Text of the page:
• Andie
    I generally use google shopping to gain a list of prices, but never c lick thru, as I then click thru via quidco to the actual site! i may also check certain relevant sites, or consumer sites such as hotukdeals, or MSE. price comp sites I only use via quidco, and check up alternatives anyway - mainly for insurance
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  • NoukyPooh
    I like using, it's tiny and honest. They're the only ACTUAL independent price comparison panel operating in the UK. I think they're not from the UK originally though... if you google it they also do consumer review panels, and then grade webshops on pricesavvy according to these reviews.... I think that is pretty fair! Not something I've seen before... Thank you for this blog :) Extremely interesting :)
  • Sabrina T.
    Price comparison sites are basically the same. Gather links from affiliates and make money when action takes place. I think google favours the big ones and slap the smaller ones.
  • My m.
    [...] first resource for bargain hunters like me! As a result, unlike deal sites like Groupon and other price comparison sites, HUKD feels like your friendly uncle offering you advice on where you can get things you [...]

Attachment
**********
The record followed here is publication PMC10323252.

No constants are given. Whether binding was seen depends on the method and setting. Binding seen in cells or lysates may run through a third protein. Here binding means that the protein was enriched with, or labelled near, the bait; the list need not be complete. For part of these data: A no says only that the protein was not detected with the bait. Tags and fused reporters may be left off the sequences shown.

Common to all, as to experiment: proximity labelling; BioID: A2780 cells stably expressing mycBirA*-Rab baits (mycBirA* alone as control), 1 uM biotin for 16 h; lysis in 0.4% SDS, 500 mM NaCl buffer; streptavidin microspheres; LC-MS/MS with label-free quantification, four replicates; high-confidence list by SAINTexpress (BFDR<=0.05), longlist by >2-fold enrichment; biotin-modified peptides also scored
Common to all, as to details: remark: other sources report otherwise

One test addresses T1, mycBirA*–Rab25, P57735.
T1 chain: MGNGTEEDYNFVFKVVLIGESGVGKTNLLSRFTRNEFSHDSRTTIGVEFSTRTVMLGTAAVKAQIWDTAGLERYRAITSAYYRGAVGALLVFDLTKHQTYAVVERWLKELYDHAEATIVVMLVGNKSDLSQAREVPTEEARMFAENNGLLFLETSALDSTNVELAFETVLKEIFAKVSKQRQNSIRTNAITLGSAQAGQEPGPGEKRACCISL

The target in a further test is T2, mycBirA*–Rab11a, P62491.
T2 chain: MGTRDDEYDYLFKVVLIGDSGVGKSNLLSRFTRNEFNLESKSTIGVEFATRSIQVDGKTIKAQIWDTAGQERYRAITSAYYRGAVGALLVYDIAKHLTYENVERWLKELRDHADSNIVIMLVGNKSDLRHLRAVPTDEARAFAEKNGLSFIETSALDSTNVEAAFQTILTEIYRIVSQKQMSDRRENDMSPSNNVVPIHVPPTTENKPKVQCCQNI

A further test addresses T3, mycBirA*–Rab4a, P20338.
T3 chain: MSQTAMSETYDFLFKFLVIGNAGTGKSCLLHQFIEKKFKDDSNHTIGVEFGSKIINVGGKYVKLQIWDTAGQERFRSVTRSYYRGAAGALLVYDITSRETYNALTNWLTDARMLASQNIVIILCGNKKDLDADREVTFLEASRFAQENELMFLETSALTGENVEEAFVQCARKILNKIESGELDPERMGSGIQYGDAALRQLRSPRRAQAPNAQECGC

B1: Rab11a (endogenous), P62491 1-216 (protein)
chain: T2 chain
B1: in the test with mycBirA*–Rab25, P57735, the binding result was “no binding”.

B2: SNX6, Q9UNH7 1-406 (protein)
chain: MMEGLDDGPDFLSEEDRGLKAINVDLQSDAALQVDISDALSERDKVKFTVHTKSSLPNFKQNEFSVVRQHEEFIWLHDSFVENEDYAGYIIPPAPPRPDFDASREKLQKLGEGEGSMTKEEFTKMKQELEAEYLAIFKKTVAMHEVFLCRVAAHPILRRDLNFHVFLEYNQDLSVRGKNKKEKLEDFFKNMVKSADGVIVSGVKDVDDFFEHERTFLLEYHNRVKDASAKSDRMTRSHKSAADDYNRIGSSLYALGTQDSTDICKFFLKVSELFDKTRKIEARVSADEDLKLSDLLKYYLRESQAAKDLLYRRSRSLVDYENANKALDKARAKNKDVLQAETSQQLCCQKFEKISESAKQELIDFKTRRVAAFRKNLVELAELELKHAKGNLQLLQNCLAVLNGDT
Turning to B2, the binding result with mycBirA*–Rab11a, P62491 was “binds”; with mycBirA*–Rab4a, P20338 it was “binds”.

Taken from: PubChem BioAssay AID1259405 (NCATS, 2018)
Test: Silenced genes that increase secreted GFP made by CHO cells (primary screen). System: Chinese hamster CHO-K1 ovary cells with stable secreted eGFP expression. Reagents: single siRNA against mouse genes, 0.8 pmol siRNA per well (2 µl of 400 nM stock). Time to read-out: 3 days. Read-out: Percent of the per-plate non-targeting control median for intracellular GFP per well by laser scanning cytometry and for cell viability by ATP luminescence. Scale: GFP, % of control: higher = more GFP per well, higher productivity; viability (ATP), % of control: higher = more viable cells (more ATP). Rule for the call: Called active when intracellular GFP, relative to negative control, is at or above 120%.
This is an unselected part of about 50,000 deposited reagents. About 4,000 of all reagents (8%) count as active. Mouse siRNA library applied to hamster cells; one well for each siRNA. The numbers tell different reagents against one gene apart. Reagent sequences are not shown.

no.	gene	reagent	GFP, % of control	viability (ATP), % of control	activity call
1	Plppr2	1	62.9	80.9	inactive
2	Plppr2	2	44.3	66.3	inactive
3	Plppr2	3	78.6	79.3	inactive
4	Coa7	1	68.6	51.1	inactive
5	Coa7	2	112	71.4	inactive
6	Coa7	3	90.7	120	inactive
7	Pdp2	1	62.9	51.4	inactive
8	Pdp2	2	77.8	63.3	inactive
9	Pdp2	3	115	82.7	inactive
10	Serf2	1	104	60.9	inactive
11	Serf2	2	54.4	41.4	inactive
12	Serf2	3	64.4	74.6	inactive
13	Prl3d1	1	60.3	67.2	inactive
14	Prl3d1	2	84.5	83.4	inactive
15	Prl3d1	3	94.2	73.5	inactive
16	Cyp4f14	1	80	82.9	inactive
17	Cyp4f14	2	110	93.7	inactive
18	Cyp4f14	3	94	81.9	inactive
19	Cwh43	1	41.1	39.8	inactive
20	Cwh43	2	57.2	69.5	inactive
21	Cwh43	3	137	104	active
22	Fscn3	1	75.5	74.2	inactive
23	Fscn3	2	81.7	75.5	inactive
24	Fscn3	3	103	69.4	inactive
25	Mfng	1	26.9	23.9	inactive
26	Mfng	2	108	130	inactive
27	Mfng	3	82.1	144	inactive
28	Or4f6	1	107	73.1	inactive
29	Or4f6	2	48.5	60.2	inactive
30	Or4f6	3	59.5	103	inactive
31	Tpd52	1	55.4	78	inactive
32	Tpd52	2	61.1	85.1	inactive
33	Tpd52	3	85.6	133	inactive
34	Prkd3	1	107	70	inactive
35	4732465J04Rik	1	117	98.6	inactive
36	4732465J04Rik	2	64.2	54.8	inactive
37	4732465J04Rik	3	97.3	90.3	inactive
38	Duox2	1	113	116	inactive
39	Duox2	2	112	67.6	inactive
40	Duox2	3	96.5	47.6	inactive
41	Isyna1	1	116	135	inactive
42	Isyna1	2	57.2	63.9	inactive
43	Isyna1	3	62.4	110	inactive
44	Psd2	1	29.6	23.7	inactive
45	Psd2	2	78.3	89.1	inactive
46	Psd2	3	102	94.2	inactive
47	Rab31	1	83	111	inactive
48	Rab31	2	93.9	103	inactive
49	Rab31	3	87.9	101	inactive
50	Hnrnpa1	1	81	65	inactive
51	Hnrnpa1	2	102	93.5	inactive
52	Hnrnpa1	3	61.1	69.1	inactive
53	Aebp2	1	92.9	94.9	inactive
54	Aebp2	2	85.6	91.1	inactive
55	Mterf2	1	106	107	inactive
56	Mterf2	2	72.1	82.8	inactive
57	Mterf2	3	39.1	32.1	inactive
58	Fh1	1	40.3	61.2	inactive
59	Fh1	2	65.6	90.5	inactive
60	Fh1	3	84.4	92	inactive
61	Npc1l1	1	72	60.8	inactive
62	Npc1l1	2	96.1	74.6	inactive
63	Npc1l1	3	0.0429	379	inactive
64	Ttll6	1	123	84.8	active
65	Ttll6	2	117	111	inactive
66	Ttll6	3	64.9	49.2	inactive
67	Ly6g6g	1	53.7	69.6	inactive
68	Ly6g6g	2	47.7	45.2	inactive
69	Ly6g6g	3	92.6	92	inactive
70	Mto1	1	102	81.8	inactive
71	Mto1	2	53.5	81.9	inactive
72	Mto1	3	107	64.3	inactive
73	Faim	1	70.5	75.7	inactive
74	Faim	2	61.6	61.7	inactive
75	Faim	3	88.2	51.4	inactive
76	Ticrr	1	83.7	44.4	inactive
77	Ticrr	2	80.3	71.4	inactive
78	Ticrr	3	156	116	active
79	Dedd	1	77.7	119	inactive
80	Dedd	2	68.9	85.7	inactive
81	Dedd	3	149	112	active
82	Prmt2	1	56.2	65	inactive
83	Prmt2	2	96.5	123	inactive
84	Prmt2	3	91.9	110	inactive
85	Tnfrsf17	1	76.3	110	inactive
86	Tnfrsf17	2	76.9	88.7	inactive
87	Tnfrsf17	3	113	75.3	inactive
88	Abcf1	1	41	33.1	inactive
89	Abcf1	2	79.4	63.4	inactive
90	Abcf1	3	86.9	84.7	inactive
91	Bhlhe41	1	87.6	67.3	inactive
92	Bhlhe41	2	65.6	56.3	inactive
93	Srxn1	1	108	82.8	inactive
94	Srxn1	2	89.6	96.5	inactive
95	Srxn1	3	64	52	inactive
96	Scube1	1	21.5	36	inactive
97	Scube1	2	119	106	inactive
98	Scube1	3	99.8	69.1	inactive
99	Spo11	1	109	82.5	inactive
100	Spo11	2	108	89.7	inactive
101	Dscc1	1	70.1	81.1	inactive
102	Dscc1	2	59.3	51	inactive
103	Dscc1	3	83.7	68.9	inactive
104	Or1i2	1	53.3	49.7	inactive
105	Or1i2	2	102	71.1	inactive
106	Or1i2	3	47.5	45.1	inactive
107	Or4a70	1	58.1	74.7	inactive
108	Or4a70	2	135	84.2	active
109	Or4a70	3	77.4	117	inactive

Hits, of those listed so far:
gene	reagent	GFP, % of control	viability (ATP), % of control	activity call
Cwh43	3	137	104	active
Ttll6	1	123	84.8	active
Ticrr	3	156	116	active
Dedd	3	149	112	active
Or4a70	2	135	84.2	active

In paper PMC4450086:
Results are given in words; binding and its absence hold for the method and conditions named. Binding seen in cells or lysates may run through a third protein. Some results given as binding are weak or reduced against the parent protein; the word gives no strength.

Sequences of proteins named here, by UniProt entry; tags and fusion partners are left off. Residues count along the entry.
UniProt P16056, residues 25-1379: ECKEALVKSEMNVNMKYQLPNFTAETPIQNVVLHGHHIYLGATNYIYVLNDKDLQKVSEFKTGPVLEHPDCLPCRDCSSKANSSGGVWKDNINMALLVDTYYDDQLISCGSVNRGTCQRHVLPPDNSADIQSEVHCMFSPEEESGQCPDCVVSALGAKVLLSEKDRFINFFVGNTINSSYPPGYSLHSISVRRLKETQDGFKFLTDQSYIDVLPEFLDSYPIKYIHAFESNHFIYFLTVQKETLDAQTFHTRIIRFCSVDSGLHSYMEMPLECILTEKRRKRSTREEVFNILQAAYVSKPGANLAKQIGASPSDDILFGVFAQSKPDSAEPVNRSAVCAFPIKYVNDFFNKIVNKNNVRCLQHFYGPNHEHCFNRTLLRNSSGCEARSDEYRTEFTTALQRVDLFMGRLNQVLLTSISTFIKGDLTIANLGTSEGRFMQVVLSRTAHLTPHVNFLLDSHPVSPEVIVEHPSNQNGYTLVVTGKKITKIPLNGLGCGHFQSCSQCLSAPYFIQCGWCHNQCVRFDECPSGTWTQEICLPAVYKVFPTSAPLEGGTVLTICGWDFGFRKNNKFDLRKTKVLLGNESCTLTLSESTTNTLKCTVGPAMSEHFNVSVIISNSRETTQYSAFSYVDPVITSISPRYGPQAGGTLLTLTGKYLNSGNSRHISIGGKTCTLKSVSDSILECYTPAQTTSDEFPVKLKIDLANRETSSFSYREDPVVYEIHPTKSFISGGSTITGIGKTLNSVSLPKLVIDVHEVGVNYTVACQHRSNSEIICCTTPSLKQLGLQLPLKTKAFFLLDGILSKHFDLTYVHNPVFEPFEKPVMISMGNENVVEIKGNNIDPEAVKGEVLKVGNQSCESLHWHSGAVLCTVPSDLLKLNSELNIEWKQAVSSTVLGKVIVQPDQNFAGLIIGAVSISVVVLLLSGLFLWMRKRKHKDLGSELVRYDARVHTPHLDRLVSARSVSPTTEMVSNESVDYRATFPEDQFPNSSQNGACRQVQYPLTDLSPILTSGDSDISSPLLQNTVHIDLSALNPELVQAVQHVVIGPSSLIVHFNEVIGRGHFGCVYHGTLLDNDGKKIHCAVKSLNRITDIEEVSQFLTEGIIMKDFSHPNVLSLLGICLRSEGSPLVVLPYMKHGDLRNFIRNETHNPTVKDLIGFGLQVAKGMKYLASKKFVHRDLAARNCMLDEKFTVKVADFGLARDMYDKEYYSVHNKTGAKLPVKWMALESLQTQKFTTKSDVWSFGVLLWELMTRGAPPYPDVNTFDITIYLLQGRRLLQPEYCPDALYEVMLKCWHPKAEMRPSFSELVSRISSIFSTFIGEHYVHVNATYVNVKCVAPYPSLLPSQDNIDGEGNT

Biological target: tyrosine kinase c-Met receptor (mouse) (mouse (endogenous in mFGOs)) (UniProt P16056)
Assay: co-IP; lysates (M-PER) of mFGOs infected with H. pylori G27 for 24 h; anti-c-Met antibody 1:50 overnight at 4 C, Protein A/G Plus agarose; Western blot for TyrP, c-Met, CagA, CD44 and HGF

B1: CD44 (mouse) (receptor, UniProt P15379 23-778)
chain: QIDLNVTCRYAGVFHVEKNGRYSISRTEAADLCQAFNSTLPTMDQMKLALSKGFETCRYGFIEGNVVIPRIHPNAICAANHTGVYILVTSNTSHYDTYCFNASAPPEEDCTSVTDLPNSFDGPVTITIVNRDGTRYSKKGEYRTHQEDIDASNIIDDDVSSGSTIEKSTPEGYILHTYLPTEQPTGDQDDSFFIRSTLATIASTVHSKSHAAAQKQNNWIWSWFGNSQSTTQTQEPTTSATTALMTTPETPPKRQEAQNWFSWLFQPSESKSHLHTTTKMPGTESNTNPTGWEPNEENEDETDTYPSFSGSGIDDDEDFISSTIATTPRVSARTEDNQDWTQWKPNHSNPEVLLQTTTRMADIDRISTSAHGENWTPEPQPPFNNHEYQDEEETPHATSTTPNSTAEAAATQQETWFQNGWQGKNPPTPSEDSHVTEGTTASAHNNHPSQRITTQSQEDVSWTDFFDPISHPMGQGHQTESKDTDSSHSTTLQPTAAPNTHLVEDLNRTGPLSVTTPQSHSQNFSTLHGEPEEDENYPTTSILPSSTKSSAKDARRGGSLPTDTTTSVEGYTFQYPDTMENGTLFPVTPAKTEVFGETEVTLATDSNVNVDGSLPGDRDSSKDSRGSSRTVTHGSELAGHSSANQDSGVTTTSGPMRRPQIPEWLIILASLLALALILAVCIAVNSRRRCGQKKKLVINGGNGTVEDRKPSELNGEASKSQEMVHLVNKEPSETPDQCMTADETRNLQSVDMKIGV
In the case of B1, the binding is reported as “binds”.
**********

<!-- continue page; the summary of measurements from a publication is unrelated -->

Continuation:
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  • Wrong V.
    A funny article. Seems like Marketing's people always come from the same boring school... and takes consumers for idiots. That's why theses website felt down : Because the Consumer is Clever enough to not be taken for a cow for a long time.... A consumers that want to compare REAL PRICES and REAL OPTIONS makes: REAL Comparative website. That's "Rational". Simple as that. There's still many comparative website by the way.... good ones with good options-
  • Lindsey
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  • Carlos
    I recently discovered I can make my own price comparison site with Wordpress that finds the same best prices and gives me more cash back than any of the other cash back and/or price comparison sites on the net. Maybe trickle down technology has something to do with the decline in profits of the major players. I have certainly noticed more and more niche price comparison sites out there each and everyday. My sites included. I have built several. And, it's true the niche comparison sites have better content than the traditional sites because they have niche articles written to comply with Google's unique content rules which aren't bad rules for the consumer.